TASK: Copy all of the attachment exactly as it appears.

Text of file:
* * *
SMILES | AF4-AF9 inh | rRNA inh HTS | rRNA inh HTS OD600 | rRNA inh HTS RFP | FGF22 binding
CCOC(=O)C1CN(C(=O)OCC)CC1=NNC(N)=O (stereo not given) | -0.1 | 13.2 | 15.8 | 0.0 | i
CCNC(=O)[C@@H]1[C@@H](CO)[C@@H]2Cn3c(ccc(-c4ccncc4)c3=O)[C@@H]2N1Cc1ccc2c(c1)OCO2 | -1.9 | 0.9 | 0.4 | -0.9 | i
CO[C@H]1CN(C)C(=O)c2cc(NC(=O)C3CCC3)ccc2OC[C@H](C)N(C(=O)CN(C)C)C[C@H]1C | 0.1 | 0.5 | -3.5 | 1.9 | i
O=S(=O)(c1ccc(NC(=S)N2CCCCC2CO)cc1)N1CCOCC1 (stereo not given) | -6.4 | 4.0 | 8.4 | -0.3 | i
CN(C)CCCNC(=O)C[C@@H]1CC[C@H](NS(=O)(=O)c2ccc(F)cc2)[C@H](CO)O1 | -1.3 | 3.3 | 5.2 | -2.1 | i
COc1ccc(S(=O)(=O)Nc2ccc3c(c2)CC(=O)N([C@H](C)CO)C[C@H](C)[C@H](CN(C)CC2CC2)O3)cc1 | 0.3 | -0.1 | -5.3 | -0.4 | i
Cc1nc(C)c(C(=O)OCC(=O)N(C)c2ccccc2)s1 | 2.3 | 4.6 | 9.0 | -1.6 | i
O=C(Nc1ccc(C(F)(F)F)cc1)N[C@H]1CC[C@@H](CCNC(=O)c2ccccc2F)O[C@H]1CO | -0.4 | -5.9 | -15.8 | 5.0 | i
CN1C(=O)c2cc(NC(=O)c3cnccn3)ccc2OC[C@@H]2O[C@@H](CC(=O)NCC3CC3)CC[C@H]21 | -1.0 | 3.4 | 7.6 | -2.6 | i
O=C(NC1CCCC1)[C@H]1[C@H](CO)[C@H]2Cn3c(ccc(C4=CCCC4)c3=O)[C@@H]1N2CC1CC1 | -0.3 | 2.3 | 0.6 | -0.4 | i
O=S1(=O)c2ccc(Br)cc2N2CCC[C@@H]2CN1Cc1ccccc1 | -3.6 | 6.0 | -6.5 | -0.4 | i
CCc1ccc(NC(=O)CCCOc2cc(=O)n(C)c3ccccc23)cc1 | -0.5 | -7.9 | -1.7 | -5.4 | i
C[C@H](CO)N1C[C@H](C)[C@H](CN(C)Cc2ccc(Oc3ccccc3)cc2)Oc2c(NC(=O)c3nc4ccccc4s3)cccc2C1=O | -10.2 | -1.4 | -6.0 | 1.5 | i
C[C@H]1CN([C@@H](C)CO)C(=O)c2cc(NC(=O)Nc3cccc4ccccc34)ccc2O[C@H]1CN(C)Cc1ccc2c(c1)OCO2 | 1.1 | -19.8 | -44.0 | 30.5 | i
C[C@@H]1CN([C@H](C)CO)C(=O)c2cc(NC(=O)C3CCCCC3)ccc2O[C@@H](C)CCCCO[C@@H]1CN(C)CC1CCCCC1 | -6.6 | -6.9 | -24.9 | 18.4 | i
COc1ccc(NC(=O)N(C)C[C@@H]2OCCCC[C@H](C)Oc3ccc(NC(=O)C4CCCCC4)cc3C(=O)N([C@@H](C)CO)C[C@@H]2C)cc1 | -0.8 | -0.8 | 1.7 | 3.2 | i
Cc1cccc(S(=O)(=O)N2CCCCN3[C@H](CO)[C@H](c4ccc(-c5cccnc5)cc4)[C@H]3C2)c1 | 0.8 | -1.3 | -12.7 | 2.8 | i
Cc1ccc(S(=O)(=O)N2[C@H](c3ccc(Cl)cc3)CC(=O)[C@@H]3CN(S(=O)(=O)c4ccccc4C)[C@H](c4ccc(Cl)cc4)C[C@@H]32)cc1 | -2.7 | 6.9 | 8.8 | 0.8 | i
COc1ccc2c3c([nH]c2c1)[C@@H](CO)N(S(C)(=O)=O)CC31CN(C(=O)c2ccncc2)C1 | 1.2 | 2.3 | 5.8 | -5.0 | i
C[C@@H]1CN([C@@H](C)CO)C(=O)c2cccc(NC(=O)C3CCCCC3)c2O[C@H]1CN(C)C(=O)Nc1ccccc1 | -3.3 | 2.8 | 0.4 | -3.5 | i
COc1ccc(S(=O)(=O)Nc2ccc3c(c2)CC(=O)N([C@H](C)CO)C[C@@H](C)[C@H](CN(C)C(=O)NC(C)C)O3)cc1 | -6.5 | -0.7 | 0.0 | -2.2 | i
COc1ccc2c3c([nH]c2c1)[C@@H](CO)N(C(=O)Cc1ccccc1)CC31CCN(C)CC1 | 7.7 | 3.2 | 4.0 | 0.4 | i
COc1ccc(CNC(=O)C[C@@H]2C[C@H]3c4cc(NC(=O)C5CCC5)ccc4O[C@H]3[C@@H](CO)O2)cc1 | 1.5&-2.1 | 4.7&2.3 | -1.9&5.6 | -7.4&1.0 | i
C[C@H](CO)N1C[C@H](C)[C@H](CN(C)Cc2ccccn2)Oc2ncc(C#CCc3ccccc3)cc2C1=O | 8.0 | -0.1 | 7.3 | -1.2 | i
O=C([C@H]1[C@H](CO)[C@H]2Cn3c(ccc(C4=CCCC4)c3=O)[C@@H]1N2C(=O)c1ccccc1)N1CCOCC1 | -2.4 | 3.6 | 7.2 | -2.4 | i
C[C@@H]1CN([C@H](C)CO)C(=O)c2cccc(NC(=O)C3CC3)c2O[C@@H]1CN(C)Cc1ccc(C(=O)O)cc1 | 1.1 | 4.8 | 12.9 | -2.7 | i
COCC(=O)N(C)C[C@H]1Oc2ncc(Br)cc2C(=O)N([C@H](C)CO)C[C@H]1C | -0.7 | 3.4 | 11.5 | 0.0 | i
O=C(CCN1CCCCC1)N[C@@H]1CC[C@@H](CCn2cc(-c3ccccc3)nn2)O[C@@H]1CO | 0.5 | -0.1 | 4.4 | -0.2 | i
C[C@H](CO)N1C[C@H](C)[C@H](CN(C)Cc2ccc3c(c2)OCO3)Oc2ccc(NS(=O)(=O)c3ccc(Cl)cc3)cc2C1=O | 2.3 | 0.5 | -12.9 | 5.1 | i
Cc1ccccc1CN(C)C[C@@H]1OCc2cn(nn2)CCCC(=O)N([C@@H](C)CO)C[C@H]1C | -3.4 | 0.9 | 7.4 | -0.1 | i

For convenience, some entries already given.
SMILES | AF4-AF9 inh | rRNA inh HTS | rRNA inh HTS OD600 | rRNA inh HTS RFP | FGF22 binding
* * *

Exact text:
SMILES | AF4-AF9 inh | rRNA inh HTS | rRNA inh HTS OD600 | rRNA inh HTS RFP | FGF22 binding
CCOC(=O)C1CN(C(=O)OCC)CC1=NNC(N)=O (stereo not given) | -0.1 | 13.2 | 15.8 | 0.0 | i
CCNC(=O)[C@@H]1[C@@H](CO)[C@@H]2Cn3c(ccc(-c4ccncc4)c3=O)[C@@H]2N1Cc1ccc2c(c1)OCO2 | -1.9 | 0.9 | 0.4 | -0.9 | i
CO[C@H]1CN(C)C(=O)c2cc(NC(=O)C3CCC3)ccc2OC[C@H](C)N(C(=O)CN(C)C)C[C@H]1C | 0.1 | 0.5 | -3.5 | 1.9 | i
O=S(=O)(c1ccc(NC(=S)N2CCCCC2CO)cc1)N1CCOCC1 (stereo not given) | -6.4 | 4.0 | 8.4 | -0.3 | i
CN(C)CCCNC(=O)C[C@@H]1CC[C@H](NS(=O)(=O)c2ccc(F)cc2)[C@H](CO)O1 | -1.3 | 3.3 | 5.2 | -2.1 | i
COc1ccc(S(=O)(=O)Nc2ccc3c(c2)CC(=O)N([C@H](C)CO)C[C@H](C)[C@H](CN(C)CC2CC2)O3)cc1 | 0.3 | -0.1 | -5.3 | -0.4 | i
Cc1nc(C)c(C(=O)OCC(=O)N(C)c2ccccc2)s1 | 2.3 | 4.6 | 9.0 | -1.6 | i
O=C(Nc1ccc(C(F)(F)F)cc1)N[C@H]1CC[C@@H](CCNC(=O)c2ccccc2F)O[C@H]1CO | -0.4 | -5.9 | -15.8 | 5.0 | i
CN1C(=O)c2cc(NC(=O)c3cnccn3)ccc2OC[C@@H]2O[C@@H](CC(=O)NCC3CC3)CC[C@H]21 | -1.0 | 3.4 | 7.6 | -2.6 | i
O=C(NC1CCCC1)[C@H]1[C@H](CO)[C@H]2Cn3c(ccc(C4=CCCC4)c3=O)[C@@H]1N2CC1CC1 | -0.3 | 2.3 | 0.6 | -0.4 | i
O=S1(=O)c2ccc(Br)cc2N2CCC[C@@H]2CN1Cc1ccccc1 | -3.6 | 6.0 | -6.5 | -0.4 | i
CCc1ccc(NC(=O)CCCOc2cc(=O)n(C)c3ccccc23)cc1 | -0.5 | -7.9 | -1.7 | -5.4 | i
C[C@H](CO)N1C[C@H](C)[C@H](CN(C)Cc2ccc(Oc3ccccc3)cc2)Oc2c(NC(=O)c3nc4ccccc4s3)cccc2C1=O | -10.2 | -1.4 | -6.0 | 1.5 | i
C[C@H]1CN([C@@H](C)CO)C(=O)c2cc(NC(=O)Nc3cccc4ccccc34)ccc2O[C@H]1CN(C)Cc1ccc2c(c1)OCO2 | 1.1 | -19.8 | -44.0 | 30.5 | i
C[C@@H]1CN([C@H](C)CO)C(=O)c2cc(NC(=O)C3CCCCC3)ccc2O[C@@H](C)CCCCO[C@@H]1CN(C)CC1CCCCC1 | -6.6 | -6.9 | -24.9 | 18.4 | i
COc1ccc(NC(=O)N(C)C[C@@H]2OCCCC[C@H](C)Oc3ccc(NC(=O)C4CCCCC4)cc3C(=O)N([C@@H](C)CO)C[C@@H]2C)cc1 | -0.8 | -0.8 | 1.7 | 3.2 | i
Cc1cccc(S(=O)(=O)N2CCCCN3[C@H](CO)[C@H](c4ccc(-c5cccnc5)cc4)[C@H]3C2)c1 | 0.8 | -1.3 | -12.7 | 2.8 | i
Cc1ccc(S(=O)(=O)N2[C@H](c3ccc(Cl)cc3)CC(=O)[C@@H]3CN(S(=O)(=O)c4ccccc4C)[C@H](c4ccc(Cl)cc4)C[C@@H]32)cc1 | -2.7 | 6.9 | 8.8 | 0.8 | i
COc1ccc2c3c([nH]c2c1)[C@@H](CO)N(S(C)(=O)=O)CC31CN(C(=O)c2ccncc2)C1 | 1.2 | 2.3 | 5.8 | -5.0 | i
C[C@@H]1CN([C@@H](C)CO)C(=O)c2cccc(NC(=O)C3CCCCC3)c2O[C@H]1CN(C)C(=O)Nc1ccccc1 | -3.3 | 2.8 | 0.4 | -3.5 | i
COc1ccc(S(=O)(=O)Nc2ccc3c(c2)CC(=O)N([C@H](C)CO)C[C@@H](C)[C@H](CN(C)C(=O)NC(C)C)O3)cc1 | -6.5 | -0.7 | 0.0 | -2.2 | i
COc1ccc2c3c([nH]c2c1)[C@@H](CO)N(C(=O)Cc1ccccc1)CC31CCN(C)CC1 | 7.7 | 3.2 | 4.0 | 0.4 | i
COc1ccc(CNC(=O)C[C@@H]2C[C@H]3c4cc(NC(=O)C5CCC5)ccc4O[C@H]3[C@@H](CO)O2)cc1 | 1.5&-2.1 | 4.7&2.3 | -1.9&5.6 | -7.4&1.0 | i
C[C@H](CO)N1C[C@H](C)[C@H](CN(C)Cc2ccccn2)Oc2ncc(C#CCc3ccccc3)cc2C1=O | 8.0 | -0.1 | 7.3 | -1.2 | i
O=C([C@H]1[C@H](CO)[C@H]2Cn3c(ccc(C4=CCCC4)c3=O)[C@@H]1N2C(=O)c1ccccc1)N1CCOCC1 | -2.4 | 3.6 | 7.2 | -2.4 | i
C[C@@H]1CN([C@H](C)CO)C(=O)c2cccc(NC(=O)C3CC3)c2O[C@@H]1CN(C)Cc1ccc(C(=O)O)cc1 | 1.1 | 4.8 | 12.9 | -2.7 | i
COCC(=O)N(C)C[C@H]1Oc2ncc(Br)cc2C(=O)N([C@H](C)CO)C[C@H]1C | -0.7 | 3.4 | 11.5 | 0.0 | i
O=C(CCN1CCCCC1)N[C@@H]1CC[C@@H](CCn2cc(-c3ccccc3)nn2)O[C@@H]1CO | 0.5 | -0.1 | 4.4 | -0.2 | i
C[C@H](CO)N1C[C@H](C)[C@H](CN(C)Cc2ccc3c(c2)OCO3)Oc2ccc(NS(=O)(=O)c3ccc(Cl)cc3)cc2C1=O | 2.3 | 0.5 | -12.9 | 5.1 | i
Cc1ccccc1CN(C)C[C@@H]1OCc2cn(nn2)CCCC(=O)N([C@@H](C)CO)C[C@H]1C | -3.4 | 0.9 | 7.4 | -0.1 | i

For convenience, some entries already given.
SMILES | AF4-AF9 inh | rRNA inh HTS | rRNA inh HTS OD600 | rRNA inh HTS RFP | FGF22 binding